Design of the Week: Easter Chocolate Egg

By on April 15th, 2024 in Design, news

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A wonderful chocolate egg, partly made with 3D printing [Source: LinkedIn]

This week’s selection is the Easter Chocolate Egg by industrial designer Marta Ribera Bellmunt.

This is a real, edible chocolate egg produced via 3D printing — but not directly. I find the process of making this egg quite informative, so I thought it would be worthy being Design of the Week.

Bellmunt explains what it’s all about:

“This is the design process of a silicone mold for a 22cm tall Easter chocolate egg, for the Morreig bakery in Barcelona.”

While it certainly looks delicious, let’s learn how it was made.

The process began with a digital design of the egg, which was then 3D printed on a BambuLab X1C at full size. This “master” was then used to create a foodsafe silicone mold for casting chocolate.

3D printed parts for making a silicone mold [Source: LinkedIn]

Making a silicone mold requires molding of the original object itself to create a “negative” shape. This was done by 3D printing parts for a specialized egg mold.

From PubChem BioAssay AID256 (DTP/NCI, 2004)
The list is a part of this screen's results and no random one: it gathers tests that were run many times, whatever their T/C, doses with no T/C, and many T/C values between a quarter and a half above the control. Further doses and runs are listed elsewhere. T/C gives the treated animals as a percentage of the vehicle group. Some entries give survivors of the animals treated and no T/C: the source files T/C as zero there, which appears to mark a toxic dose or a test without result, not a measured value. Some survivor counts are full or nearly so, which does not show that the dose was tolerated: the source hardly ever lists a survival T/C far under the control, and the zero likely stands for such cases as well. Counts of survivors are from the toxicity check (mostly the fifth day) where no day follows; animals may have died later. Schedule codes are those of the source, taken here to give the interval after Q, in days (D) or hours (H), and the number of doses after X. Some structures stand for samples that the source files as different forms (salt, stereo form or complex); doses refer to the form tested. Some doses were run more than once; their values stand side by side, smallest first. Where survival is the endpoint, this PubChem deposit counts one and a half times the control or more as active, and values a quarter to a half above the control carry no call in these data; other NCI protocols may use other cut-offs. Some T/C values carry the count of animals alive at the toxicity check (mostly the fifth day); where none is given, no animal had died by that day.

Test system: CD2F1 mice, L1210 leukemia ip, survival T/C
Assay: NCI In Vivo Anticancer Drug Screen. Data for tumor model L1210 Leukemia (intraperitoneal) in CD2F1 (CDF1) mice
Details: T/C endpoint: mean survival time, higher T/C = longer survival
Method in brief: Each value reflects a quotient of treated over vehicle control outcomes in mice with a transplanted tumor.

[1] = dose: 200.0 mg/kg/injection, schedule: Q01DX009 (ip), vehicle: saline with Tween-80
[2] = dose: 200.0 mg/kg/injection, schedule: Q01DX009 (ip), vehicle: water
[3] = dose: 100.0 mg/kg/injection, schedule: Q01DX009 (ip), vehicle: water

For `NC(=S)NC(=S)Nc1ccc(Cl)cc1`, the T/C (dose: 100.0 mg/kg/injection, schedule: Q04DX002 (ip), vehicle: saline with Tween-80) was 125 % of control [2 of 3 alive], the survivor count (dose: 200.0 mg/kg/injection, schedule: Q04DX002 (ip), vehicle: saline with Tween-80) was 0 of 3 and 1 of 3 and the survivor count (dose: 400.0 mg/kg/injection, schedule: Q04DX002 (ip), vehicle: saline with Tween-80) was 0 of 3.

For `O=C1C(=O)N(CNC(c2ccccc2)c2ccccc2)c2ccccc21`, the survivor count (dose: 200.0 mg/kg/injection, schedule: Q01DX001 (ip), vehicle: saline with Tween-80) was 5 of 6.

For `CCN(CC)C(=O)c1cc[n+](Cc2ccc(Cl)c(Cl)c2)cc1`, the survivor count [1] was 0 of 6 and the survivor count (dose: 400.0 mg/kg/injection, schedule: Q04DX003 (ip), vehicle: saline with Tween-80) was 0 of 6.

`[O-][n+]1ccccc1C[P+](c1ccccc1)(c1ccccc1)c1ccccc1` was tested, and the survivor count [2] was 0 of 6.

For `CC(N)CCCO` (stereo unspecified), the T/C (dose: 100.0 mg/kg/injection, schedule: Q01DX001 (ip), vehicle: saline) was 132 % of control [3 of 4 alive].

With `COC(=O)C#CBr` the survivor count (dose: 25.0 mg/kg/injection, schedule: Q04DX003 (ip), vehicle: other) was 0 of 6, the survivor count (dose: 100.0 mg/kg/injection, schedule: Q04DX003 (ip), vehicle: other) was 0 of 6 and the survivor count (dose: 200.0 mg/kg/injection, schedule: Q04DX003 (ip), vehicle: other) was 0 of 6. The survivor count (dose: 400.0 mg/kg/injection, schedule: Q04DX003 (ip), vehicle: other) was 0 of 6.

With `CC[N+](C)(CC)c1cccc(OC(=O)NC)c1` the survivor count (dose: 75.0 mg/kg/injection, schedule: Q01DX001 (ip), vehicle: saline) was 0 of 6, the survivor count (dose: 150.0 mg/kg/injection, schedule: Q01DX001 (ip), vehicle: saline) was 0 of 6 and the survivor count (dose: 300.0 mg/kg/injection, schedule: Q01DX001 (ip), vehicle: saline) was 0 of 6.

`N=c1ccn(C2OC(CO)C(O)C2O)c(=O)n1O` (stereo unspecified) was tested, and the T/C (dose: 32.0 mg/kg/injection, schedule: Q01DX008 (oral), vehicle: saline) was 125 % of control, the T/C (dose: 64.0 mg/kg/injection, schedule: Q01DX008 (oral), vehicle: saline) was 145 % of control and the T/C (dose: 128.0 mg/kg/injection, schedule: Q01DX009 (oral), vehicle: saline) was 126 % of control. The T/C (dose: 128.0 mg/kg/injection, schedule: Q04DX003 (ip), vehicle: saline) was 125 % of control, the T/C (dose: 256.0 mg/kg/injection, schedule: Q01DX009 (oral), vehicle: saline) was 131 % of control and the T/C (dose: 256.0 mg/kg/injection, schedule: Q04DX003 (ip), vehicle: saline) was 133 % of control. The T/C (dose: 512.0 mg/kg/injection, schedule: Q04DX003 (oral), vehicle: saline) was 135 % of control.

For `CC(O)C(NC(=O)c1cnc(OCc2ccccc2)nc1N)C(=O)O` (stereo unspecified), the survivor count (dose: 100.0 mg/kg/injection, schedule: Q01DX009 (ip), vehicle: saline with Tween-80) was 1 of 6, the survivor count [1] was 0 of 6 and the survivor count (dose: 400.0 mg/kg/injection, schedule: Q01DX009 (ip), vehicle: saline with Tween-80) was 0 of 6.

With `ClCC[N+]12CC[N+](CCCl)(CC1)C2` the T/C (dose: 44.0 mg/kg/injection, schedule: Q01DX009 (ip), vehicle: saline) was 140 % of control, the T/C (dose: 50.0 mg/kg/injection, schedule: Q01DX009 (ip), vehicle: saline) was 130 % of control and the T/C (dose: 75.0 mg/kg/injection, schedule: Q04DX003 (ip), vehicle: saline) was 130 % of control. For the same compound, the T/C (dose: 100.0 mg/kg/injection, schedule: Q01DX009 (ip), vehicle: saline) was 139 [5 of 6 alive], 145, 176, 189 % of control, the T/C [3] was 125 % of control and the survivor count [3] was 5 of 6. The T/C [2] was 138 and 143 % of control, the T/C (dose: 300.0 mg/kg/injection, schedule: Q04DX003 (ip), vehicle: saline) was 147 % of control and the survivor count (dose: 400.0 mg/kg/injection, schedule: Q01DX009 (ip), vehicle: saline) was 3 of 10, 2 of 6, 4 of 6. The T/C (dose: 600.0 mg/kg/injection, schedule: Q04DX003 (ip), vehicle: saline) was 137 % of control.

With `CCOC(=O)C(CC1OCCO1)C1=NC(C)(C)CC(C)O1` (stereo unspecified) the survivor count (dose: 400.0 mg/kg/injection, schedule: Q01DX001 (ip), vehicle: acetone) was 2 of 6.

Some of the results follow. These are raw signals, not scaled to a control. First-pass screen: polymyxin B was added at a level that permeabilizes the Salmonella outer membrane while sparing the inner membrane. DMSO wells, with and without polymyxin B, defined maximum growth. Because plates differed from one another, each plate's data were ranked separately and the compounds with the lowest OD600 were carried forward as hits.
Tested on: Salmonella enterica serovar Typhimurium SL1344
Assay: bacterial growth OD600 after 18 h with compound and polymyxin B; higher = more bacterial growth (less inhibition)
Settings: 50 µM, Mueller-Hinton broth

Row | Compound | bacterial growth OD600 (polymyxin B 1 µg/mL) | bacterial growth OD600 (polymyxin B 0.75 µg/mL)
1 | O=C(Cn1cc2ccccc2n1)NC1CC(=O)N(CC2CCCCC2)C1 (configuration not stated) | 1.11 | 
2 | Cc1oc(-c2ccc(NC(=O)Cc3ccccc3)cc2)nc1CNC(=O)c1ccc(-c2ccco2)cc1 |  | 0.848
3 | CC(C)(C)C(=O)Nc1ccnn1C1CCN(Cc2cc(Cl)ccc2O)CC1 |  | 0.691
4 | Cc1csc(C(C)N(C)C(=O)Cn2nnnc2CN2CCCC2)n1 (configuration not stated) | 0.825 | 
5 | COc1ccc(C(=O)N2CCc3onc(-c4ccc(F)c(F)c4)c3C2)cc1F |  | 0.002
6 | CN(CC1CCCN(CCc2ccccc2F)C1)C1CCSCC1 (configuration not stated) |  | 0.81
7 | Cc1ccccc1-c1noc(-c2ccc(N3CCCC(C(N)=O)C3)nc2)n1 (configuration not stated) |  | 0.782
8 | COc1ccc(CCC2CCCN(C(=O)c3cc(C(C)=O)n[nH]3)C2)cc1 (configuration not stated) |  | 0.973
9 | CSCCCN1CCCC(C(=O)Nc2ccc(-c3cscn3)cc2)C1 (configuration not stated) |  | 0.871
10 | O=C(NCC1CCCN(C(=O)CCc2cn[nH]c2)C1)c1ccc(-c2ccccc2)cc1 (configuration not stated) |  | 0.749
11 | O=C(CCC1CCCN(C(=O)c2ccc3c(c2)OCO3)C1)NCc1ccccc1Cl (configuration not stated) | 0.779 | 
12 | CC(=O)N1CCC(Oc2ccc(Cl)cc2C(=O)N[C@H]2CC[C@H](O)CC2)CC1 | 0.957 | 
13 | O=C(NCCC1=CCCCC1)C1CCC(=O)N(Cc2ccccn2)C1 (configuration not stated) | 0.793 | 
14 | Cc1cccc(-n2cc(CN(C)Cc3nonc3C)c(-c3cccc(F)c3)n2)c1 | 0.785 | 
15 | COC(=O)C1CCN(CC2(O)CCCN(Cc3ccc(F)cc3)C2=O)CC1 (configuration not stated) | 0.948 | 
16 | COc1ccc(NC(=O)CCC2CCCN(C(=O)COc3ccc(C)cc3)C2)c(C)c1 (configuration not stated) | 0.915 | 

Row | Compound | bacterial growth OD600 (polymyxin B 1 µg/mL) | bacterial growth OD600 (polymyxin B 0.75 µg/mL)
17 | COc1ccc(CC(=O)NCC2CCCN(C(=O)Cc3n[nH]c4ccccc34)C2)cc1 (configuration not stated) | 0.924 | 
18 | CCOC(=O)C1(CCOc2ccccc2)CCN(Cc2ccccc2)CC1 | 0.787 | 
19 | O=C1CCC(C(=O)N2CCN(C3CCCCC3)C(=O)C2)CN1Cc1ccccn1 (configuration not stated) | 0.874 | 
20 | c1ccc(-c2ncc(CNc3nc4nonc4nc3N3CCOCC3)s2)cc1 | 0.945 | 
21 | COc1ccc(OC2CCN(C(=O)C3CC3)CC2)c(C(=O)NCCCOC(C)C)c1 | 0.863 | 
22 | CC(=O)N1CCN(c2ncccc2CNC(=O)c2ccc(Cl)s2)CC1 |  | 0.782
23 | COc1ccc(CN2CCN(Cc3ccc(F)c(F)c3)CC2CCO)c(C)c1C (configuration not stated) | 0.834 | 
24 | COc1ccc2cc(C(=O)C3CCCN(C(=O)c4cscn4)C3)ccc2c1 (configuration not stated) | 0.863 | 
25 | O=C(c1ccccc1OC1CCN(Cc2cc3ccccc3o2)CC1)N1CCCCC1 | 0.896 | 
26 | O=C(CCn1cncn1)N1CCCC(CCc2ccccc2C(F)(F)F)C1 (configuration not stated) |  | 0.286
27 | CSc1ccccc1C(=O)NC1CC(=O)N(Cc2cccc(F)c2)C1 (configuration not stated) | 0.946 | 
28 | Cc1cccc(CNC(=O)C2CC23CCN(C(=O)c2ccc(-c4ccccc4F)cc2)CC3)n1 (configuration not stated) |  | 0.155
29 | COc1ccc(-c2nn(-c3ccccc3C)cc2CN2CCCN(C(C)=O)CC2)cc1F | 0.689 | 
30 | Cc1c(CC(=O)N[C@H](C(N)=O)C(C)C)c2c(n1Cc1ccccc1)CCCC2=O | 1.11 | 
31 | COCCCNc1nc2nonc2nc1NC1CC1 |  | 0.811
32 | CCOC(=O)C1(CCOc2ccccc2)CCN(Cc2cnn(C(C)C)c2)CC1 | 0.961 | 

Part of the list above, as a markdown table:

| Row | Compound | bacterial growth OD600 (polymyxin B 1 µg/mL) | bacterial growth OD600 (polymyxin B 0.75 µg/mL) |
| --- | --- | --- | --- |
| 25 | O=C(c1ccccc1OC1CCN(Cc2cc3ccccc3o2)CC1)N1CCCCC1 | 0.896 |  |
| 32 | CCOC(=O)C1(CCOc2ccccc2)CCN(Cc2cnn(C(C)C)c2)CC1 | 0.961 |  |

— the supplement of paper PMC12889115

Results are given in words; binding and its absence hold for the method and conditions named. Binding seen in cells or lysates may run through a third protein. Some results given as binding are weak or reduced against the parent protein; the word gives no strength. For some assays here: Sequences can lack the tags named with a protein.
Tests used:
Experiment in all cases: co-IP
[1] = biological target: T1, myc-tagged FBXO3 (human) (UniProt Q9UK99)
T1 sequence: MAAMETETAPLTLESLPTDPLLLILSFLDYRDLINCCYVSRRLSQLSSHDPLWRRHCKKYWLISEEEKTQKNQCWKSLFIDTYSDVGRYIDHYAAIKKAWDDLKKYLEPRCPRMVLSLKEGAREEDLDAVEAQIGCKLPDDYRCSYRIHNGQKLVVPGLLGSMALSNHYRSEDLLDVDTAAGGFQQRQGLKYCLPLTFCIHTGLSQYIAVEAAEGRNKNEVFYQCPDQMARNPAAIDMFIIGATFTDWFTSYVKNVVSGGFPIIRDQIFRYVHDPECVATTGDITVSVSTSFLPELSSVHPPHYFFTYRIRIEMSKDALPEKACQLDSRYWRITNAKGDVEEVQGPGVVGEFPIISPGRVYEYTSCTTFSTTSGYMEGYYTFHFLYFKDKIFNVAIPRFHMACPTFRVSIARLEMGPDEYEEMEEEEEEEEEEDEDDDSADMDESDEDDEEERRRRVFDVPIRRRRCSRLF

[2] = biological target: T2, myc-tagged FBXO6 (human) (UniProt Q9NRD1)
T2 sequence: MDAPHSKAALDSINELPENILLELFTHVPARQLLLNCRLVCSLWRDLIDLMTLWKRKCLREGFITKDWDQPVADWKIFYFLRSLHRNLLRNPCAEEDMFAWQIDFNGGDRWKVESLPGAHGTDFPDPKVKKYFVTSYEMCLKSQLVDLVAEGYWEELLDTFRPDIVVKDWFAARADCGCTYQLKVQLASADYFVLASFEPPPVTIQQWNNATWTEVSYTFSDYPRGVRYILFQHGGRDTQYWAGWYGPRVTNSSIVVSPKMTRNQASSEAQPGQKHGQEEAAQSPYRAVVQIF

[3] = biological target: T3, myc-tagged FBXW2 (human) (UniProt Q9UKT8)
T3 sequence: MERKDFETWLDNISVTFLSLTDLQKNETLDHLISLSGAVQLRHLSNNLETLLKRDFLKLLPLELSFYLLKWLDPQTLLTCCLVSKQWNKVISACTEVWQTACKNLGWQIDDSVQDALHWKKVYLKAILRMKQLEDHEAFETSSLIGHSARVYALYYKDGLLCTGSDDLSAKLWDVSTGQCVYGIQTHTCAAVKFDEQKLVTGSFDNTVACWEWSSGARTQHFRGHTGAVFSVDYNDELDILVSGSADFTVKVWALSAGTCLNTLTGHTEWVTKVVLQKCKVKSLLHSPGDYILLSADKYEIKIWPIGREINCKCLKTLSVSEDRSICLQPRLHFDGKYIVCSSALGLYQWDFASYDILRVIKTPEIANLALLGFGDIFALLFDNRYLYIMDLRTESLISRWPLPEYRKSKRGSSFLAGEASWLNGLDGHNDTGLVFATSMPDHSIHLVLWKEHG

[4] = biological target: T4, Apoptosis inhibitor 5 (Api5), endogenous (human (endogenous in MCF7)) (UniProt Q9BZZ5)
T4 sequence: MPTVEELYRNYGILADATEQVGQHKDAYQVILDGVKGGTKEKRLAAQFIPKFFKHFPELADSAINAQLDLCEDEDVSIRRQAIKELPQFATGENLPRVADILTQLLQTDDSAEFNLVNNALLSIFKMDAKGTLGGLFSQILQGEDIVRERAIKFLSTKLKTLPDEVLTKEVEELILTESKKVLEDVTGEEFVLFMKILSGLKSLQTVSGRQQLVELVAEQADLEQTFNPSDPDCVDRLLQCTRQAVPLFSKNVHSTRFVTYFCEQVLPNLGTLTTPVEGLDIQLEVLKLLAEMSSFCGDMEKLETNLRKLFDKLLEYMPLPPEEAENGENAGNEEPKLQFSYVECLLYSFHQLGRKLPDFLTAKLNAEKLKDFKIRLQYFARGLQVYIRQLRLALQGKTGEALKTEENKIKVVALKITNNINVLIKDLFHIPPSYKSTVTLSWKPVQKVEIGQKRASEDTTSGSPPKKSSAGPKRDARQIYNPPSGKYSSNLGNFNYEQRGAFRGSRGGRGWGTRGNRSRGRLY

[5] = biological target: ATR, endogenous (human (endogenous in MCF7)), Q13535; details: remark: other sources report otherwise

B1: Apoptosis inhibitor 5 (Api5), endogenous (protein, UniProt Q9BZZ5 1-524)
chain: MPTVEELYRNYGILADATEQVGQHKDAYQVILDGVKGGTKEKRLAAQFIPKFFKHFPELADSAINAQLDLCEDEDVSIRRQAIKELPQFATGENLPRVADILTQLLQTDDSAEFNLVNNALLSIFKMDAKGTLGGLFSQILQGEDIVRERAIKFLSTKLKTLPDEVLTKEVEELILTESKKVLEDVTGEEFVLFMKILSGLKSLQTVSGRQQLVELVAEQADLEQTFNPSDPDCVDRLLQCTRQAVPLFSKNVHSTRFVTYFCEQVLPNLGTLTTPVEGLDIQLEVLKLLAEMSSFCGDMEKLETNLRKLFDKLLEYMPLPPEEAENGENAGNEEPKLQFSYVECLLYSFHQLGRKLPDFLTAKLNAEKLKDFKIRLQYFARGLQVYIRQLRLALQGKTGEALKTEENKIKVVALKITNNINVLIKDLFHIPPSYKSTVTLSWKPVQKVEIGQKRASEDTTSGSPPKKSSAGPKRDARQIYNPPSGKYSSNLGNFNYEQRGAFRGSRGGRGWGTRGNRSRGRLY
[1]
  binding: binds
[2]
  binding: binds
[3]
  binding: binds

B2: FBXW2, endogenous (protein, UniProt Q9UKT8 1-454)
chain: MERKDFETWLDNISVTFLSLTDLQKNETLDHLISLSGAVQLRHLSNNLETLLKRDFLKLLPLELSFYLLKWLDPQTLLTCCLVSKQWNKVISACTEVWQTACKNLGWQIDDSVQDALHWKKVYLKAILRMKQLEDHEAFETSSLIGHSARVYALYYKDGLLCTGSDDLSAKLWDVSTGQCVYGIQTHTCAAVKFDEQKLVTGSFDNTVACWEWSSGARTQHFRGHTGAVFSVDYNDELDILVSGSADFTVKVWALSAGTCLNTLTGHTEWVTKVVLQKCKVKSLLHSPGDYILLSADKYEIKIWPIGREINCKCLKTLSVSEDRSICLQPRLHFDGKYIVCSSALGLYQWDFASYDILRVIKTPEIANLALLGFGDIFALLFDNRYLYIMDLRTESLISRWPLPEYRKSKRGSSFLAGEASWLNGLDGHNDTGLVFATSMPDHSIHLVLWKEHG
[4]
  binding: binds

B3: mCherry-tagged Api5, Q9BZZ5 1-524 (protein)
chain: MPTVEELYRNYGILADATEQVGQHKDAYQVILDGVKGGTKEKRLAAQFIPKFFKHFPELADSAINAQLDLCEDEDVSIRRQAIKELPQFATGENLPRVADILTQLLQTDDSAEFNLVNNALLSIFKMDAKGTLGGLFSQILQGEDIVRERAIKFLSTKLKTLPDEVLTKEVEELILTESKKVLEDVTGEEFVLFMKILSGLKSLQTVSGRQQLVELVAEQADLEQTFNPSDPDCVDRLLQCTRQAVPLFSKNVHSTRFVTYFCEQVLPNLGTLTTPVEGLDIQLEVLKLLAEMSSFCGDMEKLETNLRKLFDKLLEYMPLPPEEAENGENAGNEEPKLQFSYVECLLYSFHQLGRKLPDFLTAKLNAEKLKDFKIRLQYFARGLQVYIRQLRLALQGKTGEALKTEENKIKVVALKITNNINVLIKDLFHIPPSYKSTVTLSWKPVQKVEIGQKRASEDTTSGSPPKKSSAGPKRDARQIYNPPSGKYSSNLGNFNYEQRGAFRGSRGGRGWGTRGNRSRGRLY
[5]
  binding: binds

Casting a silicone mold in 3D printed parts [Source: LinkedIn]

The parts were assembled, and the original printed egg was inserted inside. The liquid silicone was poured into the gap and allowed to harden over 24 hours. The mold was disassembled, allowing extraction of the new silicone egg mold.

Into the silicone mold was poured hot liquid chocolate, which was allowed to cool and solidify.

Chocolate cast in a silicone mold [Source: LinkedIn]

The silicone mold was peeled off the chocolate, revealing the final egg, cast from a 3D printed mold.

It’s a multistep process, but yields excellent results, as you can see — and taste.

The big advantage of this approach is that the silicone mold can be used over and over, which is likely what the Barcelona bakery will be doing. Just wash it off and cast again.

This process is so straightforward that it’s easily possible for anyone with a 3D printer and silicone to attempt. Will you try designing your own chocolate items?

Via LinkedIn

By Kerry Stevenson

Kerry Stevenson, aka "General Fabb" has written over 8,000 stories on 3D printing at Fabbaloo since he launched the venture in 2007, with an intention to promote and grow the incredible technology of 3D printing across the world. So far, it seems to be working!

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